Last night we heard the well timed news that David Cameron had staved off a backbench rebellion on the tampon tax by demanding concessions in the European Council. As is often the case in politics, if it sounds too good to be true, it probably is.
That's not to say that the tampon tax (the 5% VAT charged on sanitary products) won't be removed. It almost certainly will be, when next week the European Commission announces an overhaul of VAT rules. It's just that David Cameron's role in all of this has been rather less influential than that of ordinary campaigners, Labour MEPs here in Brussels and Labour MPs in the UK like Paula Sherriff.
On Wednesday the Commission is expected to announce a new VAT Action Plan to try and cut €40bn of VAT fraud all around Europe. As part of this larger change, they will also look at the lists of items which can have VAT as low as 5% applied (which currently includes sanitary products) and of those which are allowed to be "zero-rated".
The Commission is expected to announce two possible methods for changing these lists. The first method involves making it easier to add items to the existing lists. As part of this, if a special rate is already applied in one EU country - for instance, there is already a 0% rate on sanitary products in Ireland - then that rate will also be extended to all other EU countries. That means that we could get rid of the hated tampon tax.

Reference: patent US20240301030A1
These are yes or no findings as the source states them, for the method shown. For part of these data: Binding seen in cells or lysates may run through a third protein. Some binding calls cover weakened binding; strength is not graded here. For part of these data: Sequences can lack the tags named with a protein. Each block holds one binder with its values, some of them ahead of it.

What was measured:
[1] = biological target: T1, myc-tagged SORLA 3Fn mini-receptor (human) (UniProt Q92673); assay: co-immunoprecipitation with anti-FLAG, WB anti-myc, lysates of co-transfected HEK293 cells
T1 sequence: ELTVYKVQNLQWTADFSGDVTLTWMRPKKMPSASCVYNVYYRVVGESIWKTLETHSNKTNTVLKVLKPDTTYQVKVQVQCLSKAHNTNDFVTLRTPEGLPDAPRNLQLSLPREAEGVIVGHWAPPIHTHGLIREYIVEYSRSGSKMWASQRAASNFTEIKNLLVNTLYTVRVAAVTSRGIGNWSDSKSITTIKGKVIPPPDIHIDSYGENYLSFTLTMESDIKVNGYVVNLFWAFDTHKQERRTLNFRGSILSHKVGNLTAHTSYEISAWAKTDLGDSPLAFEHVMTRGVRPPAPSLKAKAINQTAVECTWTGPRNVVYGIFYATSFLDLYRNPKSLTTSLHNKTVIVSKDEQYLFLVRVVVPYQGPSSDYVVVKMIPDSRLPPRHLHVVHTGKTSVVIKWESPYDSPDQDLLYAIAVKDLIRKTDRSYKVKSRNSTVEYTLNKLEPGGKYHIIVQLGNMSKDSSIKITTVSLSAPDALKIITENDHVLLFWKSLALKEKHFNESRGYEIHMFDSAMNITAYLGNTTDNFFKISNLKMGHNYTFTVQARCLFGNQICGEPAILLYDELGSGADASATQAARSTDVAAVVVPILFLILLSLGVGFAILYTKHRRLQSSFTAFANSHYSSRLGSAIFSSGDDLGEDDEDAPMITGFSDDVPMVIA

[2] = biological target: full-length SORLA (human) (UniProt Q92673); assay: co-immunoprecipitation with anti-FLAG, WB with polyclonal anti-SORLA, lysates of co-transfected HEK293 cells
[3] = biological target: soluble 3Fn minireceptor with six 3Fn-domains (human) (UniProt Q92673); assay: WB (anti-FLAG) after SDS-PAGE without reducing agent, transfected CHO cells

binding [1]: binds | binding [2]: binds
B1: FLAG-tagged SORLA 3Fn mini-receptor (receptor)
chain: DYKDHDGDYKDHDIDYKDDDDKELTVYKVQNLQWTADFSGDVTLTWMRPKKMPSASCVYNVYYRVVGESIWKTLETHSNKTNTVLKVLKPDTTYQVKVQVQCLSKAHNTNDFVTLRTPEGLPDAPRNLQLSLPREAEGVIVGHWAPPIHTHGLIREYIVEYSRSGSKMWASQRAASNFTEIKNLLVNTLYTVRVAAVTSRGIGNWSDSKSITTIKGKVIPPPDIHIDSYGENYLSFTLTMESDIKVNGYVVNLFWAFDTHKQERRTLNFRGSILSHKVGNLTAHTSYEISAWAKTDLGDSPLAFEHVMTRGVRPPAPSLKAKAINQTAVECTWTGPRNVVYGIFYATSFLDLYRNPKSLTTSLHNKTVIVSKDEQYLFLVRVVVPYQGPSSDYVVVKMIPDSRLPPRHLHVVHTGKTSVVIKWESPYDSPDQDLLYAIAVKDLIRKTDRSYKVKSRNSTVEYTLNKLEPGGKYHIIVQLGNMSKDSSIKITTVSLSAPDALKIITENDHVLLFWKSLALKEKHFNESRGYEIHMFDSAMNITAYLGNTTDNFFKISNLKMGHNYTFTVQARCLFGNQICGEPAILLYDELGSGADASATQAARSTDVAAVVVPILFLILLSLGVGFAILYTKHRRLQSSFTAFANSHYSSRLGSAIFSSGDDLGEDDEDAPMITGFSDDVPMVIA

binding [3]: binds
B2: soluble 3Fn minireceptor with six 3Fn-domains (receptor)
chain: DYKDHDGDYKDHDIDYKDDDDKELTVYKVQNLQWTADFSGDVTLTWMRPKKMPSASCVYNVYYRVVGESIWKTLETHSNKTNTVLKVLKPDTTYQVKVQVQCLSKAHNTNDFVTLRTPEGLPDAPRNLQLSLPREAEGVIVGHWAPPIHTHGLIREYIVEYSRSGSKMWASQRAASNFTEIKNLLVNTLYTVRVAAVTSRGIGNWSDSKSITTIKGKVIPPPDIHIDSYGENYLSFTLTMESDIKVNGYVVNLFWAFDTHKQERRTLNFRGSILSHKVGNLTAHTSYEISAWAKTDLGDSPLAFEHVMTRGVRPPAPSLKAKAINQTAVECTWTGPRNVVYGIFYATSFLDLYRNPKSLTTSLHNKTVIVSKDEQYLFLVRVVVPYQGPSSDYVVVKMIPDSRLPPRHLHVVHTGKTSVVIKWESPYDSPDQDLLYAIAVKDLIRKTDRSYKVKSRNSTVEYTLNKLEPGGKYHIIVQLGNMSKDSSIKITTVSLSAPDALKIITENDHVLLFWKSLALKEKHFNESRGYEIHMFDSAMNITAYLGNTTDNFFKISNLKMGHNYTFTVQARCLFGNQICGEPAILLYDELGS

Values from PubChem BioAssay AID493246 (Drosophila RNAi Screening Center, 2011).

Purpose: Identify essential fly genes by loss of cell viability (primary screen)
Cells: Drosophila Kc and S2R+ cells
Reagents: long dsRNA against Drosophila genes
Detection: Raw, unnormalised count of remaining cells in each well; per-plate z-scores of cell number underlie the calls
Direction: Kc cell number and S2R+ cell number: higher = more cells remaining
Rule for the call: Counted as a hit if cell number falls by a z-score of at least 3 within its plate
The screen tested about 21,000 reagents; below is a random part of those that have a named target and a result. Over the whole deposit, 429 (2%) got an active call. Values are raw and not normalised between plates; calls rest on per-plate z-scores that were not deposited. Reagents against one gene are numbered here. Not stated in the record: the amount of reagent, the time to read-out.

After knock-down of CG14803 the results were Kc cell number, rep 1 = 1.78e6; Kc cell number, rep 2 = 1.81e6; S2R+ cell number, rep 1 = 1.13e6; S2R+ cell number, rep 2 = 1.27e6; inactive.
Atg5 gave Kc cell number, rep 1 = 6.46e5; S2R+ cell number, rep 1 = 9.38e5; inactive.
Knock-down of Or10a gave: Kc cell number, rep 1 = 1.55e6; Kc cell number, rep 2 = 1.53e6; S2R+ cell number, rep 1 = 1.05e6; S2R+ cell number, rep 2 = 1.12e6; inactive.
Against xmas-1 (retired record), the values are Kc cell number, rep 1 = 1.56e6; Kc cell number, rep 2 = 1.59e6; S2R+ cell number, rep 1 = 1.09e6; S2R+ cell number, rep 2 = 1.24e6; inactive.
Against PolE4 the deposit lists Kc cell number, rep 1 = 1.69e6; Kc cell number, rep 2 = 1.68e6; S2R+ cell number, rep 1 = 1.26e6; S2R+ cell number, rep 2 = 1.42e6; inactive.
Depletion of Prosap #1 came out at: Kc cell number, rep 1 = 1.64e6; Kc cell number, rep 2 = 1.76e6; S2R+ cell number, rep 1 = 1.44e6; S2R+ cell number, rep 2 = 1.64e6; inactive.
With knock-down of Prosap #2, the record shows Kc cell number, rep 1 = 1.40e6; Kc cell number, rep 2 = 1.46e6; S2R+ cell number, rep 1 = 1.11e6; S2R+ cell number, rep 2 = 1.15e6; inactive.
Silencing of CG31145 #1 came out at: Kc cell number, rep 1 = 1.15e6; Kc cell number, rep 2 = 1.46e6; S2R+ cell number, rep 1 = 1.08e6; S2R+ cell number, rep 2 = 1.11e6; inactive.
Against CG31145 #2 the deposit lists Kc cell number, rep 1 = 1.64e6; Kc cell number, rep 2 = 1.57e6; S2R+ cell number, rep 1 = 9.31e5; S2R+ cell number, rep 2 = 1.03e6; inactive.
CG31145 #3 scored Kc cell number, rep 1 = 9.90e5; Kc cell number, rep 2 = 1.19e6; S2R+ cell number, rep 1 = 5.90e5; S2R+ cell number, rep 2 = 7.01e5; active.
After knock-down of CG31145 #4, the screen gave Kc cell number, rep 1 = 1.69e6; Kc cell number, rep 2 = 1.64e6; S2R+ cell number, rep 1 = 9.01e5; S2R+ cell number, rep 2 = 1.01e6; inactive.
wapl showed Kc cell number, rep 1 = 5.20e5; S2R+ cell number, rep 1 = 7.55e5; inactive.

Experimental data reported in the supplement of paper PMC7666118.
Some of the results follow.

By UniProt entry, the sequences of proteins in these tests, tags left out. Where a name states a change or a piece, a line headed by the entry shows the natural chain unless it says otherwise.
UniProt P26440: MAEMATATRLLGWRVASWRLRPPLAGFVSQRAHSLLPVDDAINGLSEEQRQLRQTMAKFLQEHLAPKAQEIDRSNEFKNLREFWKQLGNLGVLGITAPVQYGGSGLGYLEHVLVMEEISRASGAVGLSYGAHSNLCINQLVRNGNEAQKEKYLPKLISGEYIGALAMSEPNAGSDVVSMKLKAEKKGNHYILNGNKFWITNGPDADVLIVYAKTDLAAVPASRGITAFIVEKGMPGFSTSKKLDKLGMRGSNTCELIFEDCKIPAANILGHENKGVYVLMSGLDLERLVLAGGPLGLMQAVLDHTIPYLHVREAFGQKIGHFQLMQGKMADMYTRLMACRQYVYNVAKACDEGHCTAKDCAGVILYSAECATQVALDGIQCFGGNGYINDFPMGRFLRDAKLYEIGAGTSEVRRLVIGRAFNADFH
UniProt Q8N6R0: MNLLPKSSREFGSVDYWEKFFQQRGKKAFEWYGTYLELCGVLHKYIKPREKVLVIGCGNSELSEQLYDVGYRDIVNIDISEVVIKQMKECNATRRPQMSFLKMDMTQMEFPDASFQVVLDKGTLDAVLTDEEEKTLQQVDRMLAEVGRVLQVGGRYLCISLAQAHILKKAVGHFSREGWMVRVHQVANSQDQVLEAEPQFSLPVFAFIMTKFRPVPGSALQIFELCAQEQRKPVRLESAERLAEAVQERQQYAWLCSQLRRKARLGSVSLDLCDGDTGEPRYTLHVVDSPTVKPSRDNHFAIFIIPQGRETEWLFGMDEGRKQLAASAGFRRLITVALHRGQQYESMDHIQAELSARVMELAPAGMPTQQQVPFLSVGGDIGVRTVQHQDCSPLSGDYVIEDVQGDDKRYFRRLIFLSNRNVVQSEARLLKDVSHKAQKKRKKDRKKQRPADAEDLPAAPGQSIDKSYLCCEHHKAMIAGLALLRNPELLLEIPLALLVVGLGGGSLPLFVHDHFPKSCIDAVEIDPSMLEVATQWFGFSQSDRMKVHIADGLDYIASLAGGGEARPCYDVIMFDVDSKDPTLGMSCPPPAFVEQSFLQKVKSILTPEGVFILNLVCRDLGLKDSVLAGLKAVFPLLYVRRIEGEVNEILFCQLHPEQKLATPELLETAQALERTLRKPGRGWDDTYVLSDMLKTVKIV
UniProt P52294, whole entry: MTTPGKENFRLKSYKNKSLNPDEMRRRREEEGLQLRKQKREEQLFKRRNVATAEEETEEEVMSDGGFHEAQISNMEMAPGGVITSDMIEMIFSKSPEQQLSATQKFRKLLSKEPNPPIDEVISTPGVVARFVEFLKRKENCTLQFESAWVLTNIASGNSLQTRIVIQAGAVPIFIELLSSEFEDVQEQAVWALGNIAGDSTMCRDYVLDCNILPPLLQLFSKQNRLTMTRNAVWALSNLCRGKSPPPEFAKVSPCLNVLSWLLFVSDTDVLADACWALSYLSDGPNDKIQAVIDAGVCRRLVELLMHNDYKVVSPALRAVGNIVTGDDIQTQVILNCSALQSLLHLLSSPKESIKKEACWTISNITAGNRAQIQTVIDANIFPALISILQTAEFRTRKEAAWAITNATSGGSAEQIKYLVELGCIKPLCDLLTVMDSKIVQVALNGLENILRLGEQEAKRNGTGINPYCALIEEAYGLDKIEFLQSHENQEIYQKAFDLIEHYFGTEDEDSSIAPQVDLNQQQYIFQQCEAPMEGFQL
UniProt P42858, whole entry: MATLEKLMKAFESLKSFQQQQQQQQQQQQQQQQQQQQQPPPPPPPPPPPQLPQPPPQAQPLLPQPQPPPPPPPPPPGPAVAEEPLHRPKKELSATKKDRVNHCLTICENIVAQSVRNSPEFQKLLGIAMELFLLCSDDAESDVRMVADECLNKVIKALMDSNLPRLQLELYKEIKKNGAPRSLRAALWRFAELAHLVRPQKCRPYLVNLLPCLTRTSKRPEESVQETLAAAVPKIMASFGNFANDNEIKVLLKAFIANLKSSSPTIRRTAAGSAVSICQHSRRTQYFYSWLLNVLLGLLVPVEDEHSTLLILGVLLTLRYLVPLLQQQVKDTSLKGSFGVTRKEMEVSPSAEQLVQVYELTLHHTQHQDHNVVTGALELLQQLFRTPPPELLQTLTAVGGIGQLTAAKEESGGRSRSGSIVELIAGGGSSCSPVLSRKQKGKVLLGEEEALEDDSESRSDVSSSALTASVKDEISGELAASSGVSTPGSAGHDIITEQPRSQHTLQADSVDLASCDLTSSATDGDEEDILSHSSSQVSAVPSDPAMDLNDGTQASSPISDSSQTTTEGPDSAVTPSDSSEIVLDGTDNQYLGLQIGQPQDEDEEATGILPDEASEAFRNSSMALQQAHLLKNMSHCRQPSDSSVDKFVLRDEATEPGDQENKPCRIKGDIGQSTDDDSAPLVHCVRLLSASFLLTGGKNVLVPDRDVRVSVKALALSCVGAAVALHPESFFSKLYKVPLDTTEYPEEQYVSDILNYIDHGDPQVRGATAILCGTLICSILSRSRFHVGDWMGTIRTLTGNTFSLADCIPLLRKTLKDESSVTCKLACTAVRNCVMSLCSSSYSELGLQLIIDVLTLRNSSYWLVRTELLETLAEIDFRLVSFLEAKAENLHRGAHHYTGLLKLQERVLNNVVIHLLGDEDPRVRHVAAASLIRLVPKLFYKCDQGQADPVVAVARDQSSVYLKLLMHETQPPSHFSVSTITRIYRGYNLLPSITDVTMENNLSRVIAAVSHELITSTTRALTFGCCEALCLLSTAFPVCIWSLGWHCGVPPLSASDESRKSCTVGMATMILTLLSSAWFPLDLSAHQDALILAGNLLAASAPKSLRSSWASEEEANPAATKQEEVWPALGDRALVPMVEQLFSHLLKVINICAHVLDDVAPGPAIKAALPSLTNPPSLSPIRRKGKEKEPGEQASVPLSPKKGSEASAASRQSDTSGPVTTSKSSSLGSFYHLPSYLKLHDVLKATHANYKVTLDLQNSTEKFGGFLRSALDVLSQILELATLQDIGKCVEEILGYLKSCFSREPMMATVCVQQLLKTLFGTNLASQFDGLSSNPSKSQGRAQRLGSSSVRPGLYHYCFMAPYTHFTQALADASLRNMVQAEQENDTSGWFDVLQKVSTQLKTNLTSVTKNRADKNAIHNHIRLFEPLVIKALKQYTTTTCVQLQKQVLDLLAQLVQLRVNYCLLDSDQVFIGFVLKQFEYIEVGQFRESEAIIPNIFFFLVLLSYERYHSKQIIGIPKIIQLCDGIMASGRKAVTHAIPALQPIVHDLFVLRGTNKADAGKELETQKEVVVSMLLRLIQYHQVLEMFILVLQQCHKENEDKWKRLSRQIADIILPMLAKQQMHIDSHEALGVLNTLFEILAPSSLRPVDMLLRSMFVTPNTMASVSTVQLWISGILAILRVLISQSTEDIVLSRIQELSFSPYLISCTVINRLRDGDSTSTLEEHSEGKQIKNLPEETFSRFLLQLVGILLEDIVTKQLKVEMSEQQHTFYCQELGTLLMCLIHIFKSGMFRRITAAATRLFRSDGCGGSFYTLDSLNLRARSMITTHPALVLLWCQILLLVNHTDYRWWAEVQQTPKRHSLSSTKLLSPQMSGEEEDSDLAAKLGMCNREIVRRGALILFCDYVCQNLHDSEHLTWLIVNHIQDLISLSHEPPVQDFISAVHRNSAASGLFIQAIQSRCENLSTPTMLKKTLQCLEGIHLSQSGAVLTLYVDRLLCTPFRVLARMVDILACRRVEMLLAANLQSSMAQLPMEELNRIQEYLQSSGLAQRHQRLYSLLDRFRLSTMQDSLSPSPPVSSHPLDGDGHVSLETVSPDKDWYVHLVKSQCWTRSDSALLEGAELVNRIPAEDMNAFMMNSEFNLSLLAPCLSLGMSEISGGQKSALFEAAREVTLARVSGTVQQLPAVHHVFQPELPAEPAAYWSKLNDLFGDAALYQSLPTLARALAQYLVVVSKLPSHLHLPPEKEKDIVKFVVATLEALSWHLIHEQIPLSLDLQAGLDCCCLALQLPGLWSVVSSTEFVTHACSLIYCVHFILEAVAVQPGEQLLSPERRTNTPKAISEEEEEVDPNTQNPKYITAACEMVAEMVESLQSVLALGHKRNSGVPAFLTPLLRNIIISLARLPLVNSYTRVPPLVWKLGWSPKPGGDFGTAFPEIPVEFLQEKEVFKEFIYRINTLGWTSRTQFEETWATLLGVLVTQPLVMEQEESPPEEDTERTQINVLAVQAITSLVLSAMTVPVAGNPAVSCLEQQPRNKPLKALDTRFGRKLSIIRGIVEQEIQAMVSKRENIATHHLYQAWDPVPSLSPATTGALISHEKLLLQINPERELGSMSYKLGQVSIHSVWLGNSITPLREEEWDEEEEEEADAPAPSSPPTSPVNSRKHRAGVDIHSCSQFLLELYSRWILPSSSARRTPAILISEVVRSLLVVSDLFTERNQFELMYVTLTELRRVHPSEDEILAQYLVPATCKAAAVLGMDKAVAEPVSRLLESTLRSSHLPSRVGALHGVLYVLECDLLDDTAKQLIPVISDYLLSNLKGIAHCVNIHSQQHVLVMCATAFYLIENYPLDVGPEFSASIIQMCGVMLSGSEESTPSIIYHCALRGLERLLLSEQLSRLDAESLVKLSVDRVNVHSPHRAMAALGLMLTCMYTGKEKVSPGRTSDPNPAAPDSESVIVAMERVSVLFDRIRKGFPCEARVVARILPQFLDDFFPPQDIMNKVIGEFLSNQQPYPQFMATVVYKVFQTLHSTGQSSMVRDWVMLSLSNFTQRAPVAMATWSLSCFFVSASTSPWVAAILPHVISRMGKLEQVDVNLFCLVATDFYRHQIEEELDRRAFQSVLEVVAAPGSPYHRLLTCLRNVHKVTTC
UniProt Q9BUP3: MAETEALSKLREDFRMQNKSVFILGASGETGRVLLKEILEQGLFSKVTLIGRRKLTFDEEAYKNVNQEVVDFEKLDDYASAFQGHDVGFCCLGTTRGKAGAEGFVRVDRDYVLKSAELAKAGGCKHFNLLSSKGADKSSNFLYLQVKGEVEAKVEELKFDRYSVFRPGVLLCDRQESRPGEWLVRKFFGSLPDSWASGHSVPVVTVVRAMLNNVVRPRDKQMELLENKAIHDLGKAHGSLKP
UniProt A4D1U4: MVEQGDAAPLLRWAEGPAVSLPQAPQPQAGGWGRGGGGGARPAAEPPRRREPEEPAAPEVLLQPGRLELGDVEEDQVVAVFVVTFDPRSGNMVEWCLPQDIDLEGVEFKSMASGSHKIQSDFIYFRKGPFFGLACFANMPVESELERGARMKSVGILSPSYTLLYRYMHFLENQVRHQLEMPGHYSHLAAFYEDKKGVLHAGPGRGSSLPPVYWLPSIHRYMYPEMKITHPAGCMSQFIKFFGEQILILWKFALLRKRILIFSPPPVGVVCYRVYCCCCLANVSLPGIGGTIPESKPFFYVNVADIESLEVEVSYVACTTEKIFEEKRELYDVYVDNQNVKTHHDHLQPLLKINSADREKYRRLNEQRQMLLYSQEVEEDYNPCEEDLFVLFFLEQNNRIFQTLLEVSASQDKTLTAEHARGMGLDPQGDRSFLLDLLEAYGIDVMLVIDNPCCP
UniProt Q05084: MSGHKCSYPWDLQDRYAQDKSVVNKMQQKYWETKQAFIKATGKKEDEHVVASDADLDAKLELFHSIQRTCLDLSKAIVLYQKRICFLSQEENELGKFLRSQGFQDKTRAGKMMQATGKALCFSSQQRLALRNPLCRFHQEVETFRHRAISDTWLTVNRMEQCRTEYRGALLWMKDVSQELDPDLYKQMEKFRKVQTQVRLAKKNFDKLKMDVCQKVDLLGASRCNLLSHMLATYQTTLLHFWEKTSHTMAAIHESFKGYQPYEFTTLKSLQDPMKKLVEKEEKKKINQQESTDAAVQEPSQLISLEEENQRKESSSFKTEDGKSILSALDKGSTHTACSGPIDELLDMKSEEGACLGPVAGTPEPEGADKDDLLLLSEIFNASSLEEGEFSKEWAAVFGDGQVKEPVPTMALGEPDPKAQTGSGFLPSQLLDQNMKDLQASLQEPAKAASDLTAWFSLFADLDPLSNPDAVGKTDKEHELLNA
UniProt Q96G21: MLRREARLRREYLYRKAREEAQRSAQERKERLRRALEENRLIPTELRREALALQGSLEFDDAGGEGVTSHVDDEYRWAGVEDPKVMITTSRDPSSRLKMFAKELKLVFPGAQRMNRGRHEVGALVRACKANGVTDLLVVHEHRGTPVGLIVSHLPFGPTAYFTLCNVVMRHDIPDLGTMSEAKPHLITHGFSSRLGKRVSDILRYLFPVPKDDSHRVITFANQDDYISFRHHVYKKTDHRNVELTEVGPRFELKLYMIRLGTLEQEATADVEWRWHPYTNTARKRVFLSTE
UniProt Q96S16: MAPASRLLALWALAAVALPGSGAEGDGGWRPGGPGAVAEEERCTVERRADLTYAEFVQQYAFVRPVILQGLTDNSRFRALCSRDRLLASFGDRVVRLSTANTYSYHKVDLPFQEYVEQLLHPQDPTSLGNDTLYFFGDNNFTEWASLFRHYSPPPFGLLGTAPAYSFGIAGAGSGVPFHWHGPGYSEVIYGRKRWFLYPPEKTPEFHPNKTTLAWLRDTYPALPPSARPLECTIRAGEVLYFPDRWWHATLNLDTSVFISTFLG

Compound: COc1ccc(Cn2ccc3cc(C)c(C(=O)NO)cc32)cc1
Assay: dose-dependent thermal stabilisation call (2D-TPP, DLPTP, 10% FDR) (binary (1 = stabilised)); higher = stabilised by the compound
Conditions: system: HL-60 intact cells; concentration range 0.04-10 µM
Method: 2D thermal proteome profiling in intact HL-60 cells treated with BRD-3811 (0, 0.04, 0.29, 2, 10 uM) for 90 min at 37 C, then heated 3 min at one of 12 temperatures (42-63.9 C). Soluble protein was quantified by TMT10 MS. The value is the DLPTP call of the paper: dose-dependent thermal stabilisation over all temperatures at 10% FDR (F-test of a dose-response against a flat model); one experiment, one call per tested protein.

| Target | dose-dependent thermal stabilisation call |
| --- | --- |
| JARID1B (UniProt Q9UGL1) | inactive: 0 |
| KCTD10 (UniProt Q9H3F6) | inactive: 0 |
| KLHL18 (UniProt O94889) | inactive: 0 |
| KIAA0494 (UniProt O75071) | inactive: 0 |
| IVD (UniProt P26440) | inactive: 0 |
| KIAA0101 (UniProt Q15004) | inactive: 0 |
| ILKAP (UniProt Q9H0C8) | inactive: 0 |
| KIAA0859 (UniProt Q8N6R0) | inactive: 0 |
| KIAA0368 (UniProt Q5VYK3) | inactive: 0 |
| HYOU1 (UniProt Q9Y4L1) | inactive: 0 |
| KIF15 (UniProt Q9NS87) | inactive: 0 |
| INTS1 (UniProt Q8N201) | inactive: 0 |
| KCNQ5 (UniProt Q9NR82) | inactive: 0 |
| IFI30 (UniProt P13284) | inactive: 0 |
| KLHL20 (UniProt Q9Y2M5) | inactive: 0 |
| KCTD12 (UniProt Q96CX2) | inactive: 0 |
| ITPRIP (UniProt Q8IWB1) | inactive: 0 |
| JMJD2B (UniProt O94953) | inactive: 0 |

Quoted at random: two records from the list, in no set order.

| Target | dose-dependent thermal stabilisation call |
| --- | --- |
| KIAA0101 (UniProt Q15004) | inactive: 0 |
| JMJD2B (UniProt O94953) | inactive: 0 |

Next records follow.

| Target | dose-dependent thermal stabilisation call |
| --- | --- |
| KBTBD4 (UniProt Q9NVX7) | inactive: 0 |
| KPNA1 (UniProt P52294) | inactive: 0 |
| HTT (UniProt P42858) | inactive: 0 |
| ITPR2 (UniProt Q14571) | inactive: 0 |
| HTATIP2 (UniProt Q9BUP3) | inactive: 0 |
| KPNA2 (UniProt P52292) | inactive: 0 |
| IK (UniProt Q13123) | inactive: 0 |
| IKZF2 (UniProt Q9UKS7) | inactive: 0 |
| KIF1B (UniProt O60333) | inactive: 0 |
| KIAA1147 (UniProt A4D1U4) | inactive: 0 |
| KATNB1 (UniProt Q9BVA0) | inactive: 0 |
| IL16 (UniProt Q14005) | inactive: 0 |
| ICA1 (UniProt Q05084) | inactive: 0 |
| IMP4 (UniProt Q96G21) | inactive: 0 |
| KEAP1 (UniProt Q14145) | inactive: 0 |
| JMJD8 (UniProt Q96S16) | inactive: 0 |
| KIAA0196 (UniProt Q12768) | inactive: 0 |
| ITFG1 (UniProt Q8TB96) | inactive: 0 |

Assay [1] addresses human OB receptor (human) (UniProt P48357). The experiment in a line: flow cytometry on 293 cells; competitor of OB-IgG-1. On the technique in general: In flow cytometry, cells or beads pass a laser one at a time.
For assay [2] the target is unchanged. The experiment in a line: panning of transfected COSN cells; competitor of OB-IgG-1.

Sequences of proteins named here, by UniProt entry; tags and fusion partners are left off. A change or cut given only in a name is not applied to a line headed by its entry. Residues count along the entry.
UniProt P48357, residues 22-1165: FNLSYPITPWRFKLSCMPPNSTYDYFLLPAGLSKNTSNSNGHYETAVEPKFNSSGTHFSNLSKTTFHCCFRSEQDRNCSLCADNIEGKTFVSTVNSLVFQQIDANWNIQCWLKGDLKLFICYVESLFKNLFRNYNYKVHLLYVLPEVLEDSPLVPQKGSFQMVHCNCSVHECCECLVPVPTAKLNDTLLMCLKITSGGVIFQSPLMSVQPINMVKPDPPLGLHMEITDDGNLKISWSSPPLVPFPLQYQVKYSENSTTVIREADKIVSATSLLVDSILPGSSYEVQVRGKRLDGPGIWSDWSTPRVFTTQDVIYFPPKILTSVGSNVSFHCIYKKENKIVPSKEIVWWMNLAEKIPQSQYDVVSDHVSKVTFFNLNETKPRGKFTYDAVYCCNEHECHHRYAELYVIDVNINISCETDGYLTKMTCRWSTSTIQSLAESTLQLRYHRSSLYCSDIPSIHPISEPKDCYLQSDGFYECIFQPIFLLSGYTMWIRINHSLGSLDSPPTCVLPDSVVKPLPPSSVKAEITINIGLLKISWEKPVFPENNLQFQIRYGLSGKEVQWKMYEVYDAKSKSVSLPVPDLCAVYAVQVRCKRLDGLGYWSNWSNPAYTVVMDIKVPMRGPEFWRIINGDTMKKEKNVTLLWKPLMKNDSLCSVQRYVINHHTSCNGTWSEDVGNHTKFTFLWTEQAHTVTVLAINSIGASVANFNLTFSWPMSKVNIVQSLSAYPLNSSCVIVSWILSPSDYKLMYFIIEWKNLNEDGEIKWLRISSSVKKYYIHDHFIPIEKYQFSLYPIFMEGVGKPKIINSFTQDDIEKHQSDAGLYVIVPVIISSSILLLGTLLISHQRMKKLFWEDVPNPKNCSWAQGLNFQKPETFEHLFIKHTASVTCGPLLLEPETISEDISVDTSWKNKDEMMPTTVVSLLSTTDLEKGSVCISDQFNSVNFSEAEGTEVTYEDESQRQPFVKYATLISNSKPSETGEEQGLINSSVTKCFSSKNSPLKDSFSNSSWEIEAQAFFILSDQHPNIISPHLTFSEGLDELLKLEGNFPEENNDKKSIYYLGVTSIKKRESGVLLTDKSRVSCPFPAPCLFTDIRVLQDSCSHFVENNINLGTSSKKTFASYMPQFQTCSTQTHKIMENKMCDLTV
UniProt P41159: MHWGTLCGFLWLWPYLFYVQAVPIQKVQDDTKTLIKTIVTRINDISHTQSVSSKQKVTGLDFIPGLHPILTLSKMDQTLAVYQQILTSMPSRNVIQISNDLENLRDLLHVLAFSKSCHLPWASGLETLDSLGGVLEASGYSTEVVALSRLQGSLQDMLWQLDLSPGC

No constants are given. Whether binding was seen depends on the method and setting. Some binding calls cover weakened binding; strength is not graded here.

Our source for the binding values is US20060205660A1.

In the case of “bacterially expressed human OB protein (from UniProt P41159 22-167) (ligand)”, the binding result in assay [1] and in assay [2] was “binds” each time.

The second option is potentially even better. It would completely scrap the current lists and allow the UK to set its own rates. This would mean we could set a reduced or 0% rate on any item that we choose, so long as it doesn't break competition law.
Not only is this a major success for the campaigning groups and Labour politicians who have long been calling for this change, it also goes to show the weakness of one of the key arguments of those who would have us leave the EU: that it is immune to reform. The fact is, as we can see from this experience, that the EU undergoes reform every single day. Common sense arguments, argued passionately and well, will result in meaningful change.
The Commission's proposals show that we are better off when we act together - €40billion saved across Europe as a result of anti-fraud measures is an incredible achievement - but that there is room for flexibility too.
The proposals still need to be approved by national governments, which is where we come back to Mr Cameron. It is pretty galling to hear that he has suddenly grown a conscience about women's issues just in time to take the credit for something that is in fact the result of years of hard work by dedicated women across the UK. It's even more galling coming in the week we found out that 81% of the ideological cuts imposed by his government have fallen on women.
This was not David Cameron's victory. In fact, his role in this is only just beginning. Time will tell if he is prepared to follow through and make sure that this regressive tax is finally scrapped. Working alongside my Labour colleagues in Brussels and Westminster, I'll be pushing him all the way to make sure he does.